Kurt: You have a point there. That could make for some interesting dynamics, and certainly a new possibility for that typology—Nostalgists (what the fuck do you call someone with nostalgia?). I’m not sure I have heard much talk of this group of people, although I have trouble imagining that they do not exist within the fandom (or even, possibly, their male counterparts). I do like the documentary’s typology a lot… it seems like it might be useful.
Jason: It should be noted that nostalgia also plays a large part in male Bronies’ enjoyment of the series, though it seems to take on a more intertextual form1.
Kurt: Nostalgia for X show that FiM is reminiscient of… nostalgia for a specific time period or worldview or something that might be associated with this, mayhaps. Several people talk about the way the MLP shows a more positive outlook on life/way of being that differs from the ways that they see things before.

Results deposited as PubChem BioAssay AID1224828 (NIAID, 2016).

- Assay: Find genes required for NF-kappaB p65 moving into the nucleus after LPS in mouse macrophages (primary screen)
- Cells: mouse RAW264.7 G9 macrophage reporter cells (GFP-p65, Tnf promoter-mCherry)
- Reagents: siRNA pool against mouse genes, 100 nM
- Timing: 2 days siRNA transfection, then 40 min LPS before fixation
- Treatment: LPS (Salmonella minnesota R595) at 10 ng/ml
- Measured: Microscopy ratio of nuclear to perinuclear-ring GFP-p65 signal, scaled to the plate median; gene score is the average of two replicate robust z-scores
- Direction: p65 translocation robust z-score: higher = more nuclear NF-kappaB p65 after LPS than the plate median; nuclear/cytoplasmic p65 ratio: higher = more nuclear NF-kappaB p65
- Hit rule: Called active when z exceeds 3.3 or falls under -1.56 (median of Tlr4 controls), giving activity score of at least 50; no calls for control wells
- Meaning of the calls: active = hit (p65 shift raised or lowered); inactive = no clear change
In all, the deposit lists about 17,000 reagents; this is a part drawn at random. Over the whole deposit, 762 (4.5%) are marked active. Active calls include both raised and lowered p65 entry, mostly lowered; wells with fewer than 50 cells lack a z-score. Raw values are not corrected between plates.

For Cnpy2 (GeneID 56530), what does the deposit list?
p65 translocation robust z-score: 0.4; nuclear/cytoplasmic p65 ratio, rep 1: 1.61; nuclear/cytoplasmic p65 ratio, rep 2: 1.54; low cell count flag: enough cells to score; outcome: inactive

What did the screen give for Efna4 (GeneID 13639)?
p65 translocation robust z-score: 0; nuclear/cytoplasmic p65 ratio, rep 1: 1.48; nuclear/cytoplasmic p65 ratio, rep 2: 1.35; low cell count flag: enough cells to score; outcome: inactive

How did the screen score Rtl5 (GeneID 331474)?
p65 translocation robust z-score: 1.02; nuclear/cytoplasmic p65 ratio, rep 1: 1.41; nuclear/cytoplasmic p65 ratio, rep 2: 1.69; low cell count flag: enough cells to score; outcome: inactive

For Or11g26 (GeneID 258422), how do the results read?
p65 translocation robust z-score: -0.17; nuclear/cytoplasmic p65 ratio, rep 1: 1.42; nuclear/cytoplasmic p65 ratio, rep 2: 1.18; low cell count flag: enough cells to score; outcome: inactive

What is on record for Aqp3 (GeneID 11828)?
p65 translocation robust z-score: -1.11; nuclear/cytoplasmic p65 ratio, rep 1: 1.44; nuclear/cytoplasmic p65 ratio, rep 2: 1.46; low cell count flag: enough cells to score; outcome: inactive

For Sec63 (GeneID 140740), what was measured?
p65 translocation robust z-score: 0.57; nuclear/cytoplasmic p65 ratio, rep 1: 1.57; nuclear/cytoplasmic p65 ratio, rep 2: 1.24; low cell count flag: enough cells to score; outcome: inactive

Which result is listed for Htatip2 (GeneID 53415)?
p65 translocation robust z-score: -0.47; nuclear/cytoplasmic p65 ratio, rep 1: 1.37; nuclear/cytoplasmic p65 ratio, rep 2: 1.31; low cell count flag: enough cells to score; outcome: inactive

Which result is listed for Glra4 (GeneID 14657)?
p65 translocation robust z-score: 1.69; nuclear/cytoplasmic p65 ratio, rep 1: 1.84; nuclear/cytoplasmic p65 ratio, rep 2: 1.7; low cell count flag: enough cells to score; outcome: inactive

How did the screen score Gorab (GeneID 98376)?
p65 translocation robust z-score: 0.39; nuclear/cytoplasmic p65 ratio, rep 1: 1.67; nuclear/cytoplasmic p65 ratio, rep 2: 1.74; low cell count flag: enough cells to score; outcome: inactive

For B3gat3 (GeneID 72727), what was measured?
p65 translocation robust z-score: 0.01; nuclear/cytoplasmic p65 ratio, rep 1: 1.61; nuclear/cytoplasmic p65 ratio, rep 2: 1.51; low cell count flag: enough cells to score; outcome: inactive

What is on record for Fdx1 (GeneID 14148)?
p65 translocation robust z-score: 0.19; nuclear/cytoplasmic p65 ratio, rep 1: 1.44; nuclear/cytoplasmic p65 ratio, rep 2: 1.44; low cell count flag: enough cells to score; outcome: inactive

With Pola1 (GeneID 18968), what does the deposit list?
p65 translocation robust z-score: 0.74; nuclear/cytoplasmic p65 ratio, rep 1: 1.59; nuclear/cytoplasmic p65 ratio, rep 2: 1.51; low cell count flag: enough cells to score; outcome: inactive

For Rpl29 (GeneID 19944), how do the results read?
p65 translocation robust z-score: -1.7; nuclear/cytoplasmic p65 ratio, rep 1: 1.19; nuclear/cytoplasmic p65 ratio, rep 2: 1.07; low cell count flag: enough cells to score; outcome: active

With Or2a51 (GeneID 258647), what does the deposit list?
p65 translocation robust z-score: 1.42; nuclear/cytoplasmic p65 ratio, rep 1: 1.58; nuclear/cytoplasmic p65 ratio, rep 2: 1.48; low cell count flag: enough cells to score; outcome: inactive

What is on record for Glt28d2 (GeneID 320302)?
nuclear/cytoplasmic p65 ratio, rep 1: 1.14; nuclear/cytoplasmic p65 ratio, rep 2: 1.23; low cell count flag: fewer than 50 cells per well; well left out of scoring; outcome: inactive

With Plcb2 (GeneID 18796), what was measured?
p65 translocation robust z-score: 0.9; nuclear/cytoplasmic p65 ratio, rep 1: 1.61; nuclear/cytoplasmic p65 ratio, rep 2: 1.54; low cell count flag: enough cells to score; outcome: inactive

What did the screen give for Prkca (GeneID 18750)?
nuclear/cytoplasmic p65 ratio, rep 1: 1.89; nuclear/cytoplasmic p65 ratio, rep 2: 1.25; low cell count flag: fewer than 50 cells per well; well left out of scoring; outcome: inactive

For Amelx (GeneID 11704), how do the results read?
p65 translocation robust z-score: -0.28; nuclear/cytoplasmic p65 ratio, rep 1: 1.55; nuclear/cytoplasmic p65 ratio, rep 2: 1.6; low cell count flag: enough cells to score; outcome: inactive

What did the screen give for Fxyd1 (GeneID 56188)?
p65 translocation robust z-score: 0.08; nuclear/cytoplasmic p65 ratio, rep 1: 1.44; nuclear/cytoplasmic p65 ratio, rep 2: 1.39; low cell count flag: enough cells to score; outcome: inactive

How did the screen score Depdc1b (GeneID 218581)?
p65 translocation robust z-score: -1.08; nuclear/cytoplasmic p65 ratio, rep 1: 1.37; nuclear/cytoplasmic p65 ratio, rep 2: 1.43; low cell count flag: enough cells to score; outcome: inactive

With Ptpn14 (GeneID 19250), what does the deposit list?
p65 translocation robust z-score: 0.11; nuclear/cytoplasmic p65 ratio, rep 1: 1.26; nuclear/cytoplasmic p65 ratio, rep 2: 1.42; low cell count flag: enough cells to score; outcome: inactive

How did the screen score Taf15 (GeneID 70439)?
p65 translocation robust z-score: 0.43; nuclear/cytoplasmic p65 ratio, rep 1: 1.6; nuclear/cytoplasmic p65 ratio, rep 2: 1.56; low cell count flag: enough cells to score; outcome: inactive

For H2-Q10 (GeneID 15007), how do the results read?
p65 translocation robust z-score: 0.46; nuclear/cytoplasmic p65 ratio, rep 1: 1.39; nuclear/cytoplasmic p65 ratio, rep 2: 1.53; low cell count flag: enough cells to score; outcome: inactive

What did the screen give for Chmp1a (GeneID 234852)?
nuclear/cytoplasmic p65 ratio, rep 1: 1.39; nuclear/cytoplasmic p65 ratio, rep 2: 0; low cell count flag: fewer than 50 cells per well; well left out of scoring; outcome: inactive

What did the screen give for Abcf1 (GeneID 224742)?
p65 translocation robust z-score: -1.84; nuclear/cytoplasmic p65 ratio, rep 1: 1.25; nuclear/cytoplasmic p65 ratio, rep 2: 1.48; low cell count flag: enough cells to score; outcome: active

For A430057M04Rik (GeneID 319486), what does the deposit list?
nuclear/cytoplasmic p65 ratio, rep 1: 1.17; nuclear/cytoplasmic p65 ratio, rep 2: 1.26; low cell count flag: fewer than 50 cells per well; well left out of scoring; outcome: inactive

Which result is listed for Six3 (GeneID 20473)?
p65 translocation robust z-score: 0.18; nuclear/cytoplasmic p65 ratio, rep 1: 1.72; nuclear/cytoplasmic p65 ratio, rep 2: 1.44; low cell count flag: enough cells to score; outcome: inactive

Jason: I think the parallels to Star Trek: The Next Generation that some blog commenters are making speak to this. But to get us back to the sistas, should we be distinguishing between these kinds of nostalgia along gendered lines, or is that unnecessary or even wrongheaded?
Kurt: I guess that is the problem with typologies… nothing is ever so neat. I’m inclined to make the distinction, as I am not sure how well it fits into any of the three categories you mentioned.
J: What would make the distinction clearer to me is whether there was some kind of friction or at least boundary work between fans of MLP from the “old days” and the fans brought in explicitly through FIM.
Kurt William Baer: True dat… I guess the issue might lie in the fact that this particular typology is focusing upon the main reasons that people are drawn into the fandom. I’d imagine that very few people fit neatly into the categories and, should our MLP Gen 1-3 fans be in this particular fandom, they might fit into other categories as well. Also, where would that friction be?